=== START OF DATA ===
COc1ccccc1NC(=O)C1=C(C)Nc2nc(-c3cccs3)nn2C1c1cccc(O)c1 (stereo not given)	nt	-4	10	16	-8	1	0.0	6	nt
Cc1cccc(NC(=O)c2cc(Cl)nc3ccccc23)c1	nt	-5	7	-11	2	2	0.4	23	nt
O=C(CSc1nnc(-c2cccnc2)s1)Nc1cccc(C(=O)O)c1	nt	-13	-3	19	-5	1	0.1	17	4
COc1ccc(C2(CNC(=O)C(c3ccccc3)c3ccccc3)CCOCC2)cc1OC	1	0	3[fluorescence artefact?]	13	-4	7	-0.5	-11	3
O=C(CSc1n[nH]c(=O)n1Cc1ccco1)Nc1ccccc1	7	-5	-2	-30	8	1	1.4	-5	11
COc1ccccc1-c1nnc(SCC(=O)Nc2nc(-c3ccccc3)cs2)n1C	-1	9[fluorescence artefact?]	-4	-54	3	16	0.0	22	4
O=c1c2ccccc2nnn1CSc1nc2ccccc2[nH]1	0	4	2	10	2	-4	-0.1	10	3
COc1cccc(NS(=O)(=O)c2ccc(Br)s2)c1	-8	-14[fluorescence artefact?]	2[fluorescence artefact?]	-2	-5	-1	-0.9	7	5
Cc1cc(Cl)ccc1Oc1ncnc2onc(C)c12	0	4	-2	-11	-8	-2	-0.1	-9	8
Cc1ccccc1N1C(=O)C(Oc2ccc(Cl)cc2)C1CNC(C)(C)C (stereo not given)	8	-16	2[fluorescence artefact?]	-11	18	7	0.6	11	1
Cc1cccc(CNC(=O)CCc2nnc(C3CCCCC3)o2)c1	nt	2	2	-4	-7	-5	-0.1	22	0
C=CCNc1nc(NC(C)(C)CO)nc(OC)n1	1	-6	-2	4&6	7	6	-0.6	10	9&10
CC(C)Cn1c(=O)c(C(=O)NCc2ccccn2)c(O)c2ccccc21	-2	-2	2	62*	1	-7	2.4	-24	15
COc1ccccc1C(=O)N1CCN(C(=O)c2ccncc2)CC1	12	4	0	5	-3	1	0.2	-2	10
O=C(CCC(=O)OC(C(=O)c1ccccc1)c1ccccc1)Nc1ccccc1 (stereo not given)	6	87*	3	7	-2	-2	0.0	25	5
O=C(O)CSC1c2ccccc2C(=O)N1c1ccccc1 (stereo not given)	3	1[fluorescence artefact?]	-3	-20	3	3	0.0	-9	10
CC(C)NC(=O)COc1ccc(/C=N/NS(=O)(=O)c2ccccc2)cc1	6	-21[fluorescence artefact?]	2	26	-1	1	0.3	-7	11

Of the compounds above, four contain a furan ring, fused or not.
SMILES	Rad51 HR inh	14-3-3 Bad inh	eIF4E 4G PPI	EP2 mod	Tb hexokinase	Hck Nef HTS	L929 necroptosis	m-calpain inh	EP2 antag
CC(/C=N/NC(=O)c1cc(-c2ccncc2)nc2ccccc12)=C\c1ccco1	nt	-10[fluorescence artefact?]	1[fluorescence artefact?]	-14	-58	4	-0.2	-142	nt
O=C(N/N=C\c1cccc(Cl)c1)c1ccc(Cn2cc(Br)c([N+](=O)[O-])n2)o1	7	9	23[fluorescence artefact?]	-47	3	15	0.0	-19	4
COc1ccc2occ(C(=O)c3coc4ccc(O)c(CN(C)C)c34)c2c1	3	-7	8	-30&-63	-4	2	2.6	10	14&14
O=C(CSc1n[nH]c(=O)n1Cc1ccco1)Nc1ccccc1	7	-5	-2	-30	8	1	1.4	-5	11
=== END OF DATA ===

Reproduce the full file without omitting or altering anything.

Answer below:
COc1ccccc1NC(=O)C1=C(C)Nc2nc(-c3cccs3)nn2C1c1cccc(O)c1 (stereo not given)	nt	-4	10	16	-8	1	0.0	6	nt
Cc1cccc(NC(=O)c2cc(Cl)nc3ccccc23)c1	nt	-5	7	-11	2	2	0.4	23	nt
O=C(CSc1nnc(-c2cccnc2)s1)Nc1cccc(C(=O)O)c1	nt	-13	-3	19	-5	1	0.1	17	4
COc1ccc(C2(CNC(=O)C(c3ccccc3)c3ccccc3)CCOCC2)cc1OC	1	0	3[fluorescence artefact?]	13	-4	7	-0.5	-11	3
O=C(CSc1n[nH]c(=O)n1Cc1ccco1)Nc1ccccc1	7	-5	-2	-30	8	1	1.4	-5	11
COc1ccccc1-c1nnc(SCC(=O)Nc2nc(-c3ccccc3)cs2)n1C	-1	9[fluorescence artefact?]	-4	-54	3	16	0.0	22	4
O=c1c2ccccc2nnn1CSc1nc2ccccc2[nH]1	0	4	2	10	2	-4	-0.1	10	3
COc1cccc(NS(=O)(=O)c2ccc(Br)s2)c1	-8	-14[fluorescence artefact?]	2[fluorescence artefact?]	-2	-5	-1	-0.9	7	5
Cc1cc(Cl)ccc1Oc1ncnc2onc(C)c12	0	4	-2	-11	-8	-2	-0.1	-9	8
Cc1ccccc1N1C(=O)C(Oc2ccc(Cl)cc2)C1CNC(C)(C)C (stereo not given)	8	-16	2[fluorescence artefact?]	-11	18	7	0.6	11	1
Cc1cccc(CNC(=O)CCc2nnc(C3CCCCC3)o2)c1	nt	2	2	-4	-7	-5	-0.1	22	0
C=CCNc1nc(NC(C)(C)CO)nc(OC)n1	1	-6	-2	4&6	7	6	-0.6	10	9&10
CC(C)Cn1c(=O)c(C(=O)NCc2ccccn2)c(O)c2ccccc21	-2	-2	2	62*	1	-7	2.4	-24	15
COc1ccccc1C(=O)N1CCN(C(=O)c2ccncc2)CC1	12	4	0	5	-3	1	0.2	-2	10
O=C(CCC(=O)OC(C(=O)c1ccccc1)c1ccccc1)Nc1ccccc1 (stereo not given)	6	87*	3	7	-2	-2	0.0	25	5
O=C(O)CSC1c2ccccc2C(=O)N1c1ccccc1 (stereo not given)	3	1[fluorescence artefact?]	-3	-20	3	3	0.0	-9	10
CC(C)NC(=O)COc1ccc(/C=N/NS(=O)(=O)c2ccccc2)cc1	6	-21[fluorescence artefact?]	2	26	-1	1	0.3	-7	11

Of the compounds above, four contain a furan ring, fused or not.
SMILES	Rad51 HR inh	14-3-3 Bad inh	eIF4E 4G PPI	EP2 mod	Tb hexokinase	Hck Nef HTS	L929 necroptosis	m-calpain inh	EP2 antag
CC(/C=N/NC(=O)c1cc(-c2ccncc2)nc2ccccc12)=C\c1ccco1	nt	-10[fluorescence artefact?]	1[fluorescence artefact?]	-14	-58	4	-0.2	-142	nt
O=C(N/N=C\c1cccc(Cl)c1)c1ccc(Cn2cc(Br)c([N+](=O)[O-])n2)o1	7	9	23[fluorescence artefact?]	-47	3	15	0.0	-19	4
COc1ccc2occ(C(=O)c3coc4ccc(O)c(CN(C)C)c34)c2c1	3	-7	8	-30&-63	-4	2	2.6	10	14&14
O=C(CSc1n[nH]c(=O)n1Cc1ccco1)Nc1ccccc1	7	-5	-2	-30	8	1	1.4	-5	11